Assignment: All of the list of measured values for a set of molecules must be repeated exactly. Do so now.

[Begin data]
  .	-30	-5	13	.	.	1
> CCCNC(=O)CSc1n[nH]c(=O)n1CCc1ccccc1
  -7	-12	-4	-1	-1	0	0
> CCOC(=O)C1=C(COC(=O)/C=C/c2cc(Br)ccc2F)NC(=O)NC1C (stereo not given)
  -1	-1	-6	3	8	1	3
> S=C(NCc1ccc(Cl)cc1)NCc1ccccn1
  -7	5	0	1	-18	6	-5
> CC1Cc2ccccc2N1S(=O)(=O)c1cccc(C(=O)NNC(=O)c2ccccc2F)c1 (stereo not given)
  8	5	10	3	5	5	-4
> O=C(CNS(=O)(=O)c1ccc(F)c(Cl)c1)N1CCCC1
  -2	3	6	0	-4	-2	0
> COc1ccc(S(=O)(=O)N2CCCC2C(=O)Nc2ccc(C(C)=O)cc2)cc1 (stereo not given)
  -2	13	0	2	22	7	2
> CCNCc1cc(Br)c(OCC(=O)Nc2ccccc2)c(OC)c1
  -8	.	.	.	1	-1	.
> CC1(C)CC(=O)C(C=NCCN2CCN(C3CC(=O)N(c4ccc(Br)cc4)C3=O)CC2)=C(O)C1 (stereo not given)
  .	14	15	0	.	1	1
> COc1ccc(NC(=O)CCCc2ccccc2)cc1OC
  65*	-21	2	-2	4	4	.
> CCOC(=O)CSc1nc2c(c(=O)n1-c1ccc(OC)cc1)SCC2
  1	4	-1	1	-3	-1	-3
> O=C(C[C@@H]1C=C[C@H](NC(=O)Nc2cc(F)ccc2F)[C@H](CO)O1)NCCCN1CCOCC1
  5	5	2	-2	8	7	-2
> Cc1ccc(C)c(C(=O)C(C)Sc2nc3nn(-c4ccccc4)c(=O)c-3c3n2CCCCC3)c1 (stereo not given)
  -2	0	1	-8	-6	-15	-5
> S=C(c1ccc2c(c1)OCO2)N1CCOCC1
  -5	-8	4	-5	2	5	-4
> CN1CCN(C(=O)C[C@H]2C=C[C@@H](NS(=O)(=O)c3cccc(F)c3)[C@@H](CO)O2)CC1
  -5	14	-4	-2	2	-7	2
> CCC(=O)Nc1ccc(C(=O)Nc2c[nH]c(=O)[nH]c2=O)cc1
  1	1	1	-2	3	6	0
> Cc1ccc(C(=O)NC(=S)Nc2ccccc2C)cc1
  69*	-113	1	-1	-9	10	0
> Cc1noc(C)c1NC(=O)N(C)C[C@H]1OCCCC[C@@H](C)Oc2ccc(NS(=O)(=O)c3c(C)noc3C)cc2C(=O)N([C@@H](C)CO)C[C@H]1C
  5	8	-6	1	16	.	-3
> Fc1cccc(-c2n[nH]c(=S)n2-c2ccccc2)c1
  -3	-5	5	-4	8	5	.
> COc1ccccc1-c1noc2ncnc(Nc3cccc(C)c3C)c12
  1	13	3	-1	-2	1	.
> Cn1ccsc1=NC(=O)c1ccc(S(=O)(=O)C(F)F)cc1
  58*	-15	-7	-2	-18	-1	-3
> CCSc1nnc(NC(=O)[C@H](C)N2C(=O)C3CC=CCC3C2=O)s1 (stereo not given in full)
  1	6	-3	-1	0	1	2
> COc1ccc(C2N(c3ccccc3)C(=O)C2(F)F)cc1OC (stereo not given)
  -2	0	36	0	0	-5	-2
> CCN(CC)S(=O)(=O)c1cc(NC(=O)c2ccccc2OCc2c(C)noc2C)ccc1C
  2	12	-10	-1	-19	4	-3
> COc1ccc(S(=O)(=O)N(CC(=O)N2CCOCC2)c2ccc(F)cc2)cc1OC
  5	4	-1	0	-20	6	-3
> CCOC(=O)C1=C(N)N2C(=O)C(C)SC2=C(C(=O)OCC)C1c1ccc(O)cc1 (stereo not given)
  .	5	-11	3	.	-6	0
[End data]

  .	-30	-5	13	.	.	1
> CCCNC(=O)CSc1n[nH]c(=O)n1CCc1ccccc1
  -7	-12	-4	-1	-1	0	0
> CCOC(=O)C1=C(COC(=O)/C=C/c2cc(Br)ccc2F)NC(=O)NC1C (stereo not given)
  -1	-1	-6	3	8	1	3
> S=C(NCc1ccc(Cl)cc1)NCc1ccccn1
  -7	5	0	1	-18	6	-5
> CC1Cc2ccccc2N1S(=O)(=O)c1cccc(C(=O)NNC(=O)c2ccccc2F)c1 (stereo not given)
  8	5	10	3	5	5	-4
> O=C(CNS(=O)(=O)c1ccc(F)c(Cl)c1)N1CCCC1
  -2	3	6	0	-4	-2	0
> COc1ccc(S(=O)(=O)N2CCCC2C(=O)Nc2ccc(C(C)=O)cc2)cc1 (stereo not given)
  -2	13	0	2	22	7	2
> CCNCc1cc(Br)c(OCC(=O)Nc2ccccc2)c(OC)c1
  -8	.	.	.	1	-1	.
> CC1(C)CC(=O)C(C=NCCN2CCN(C3CC(=O)N(c4ccc(Br)cc4)C3=O)CC2)=C(O)C1 (stereo not given)
  .	14	15	0	.	1	1
> COc1ccc(NC(=O)CCCc2ccccc2)cc1OC
  65*	-21	2	-2	4	4	.
> CCOC(=O)CSc1nc2c(c(=O)n1-c1ccc(OC)cc1)SCC2
  1	4	-1	1	-3	-1	-3
> O=C(C[C@@H]1C=C[C@H](NC(=O)Nc2cc(F)ccc2F)[C@H](CO)O1)NCCCN1CCOCC1
  5	5	2	-2	8	7	-2
> Cc1ccc(C)c(C(=O)C(C)Sc2nc3nn(-c4ccccc4)c(=O)c-3c3n2CCCCC3)c1 (stereo not given)
  -2	0	1	-8	-6	-15	-5
> S=C(c1ccc2c(c1)OCO2)N1CCOCC1
  -5	-8	4	-5	2	5	-4
> CN1CCN(C(=O)C[C@H]2C=C[C@@H](NS(=O)(=O)c3cccc(F)c3)[C@@H](CO)O2)CC1
  -5	14	-4	-2	2	-7	2
> CCC(=O)Nc1ccc(C(=O)Nc2c[nH]c(=O)[nH]c2=O)cc1
  1	1	1	-2	3	6	0
> Cc1ccc(C(=O)NC(=S)Nc2ccccc2C)cc1
  69*	-113	1	-1	-9	10	0
> Cc1noc(C)c1NC(=O)N(C)C[C@H]1OCCCC[C@@H](C)Oc2ccc(NS(=O)(=O)c3c(C)noc3C)cc2C(=O)N([C@@H](C)CO)C[C@H]1C
  5	8	-6	1	16	.	-3
> Fc1cccc(-c2n[nH]c(=S)n2-c2ccccc2)c1
  -3	-5	5	-4	8	5	.
> COc1ccccc1-c1noc2ncnc(Nc3cccc(C)c3C)c12
  1	13	3	-1	-2	1	.
> Cn1ccsc1=NC(=O)c1ccc(S(=O)(=O)C(F)F)cc1
  58*	-15	-7	-2	-18	-1	-3
> CCSc1nnc(NC(=O)[C@H](C)N2C(=O)C3CC=CCC3C2=O)s1 (stereo not given in full)
  1	6	-3	-1	0	1	2
> COc1ccc(C2N(c3ccccc3)C(=O)C2(F)F)cc1OC (stereo not given)
  -2	0	36	0	0	-5	-2
> CCN(CC)S(=O)(=O)c1cc(NC(=O)c2ccccc2OCc2c(C)noc2C)ccc1C
  2	12	-10	-1	-19	4	-3
> COc1ccc(S(=O)(=O)N(CC(=O)N2CCOCC2)c2ccc(F)cc2)cc1OC
  5	4	-1	0	-20	6	-3
> CCOC(=O)C1=C(N)N2C(=O)C(C)SC2=C(C(=O)OCC)C1c1ccc(O)cc1 (stereo not given)
  .	5	-11	3	.	-6	0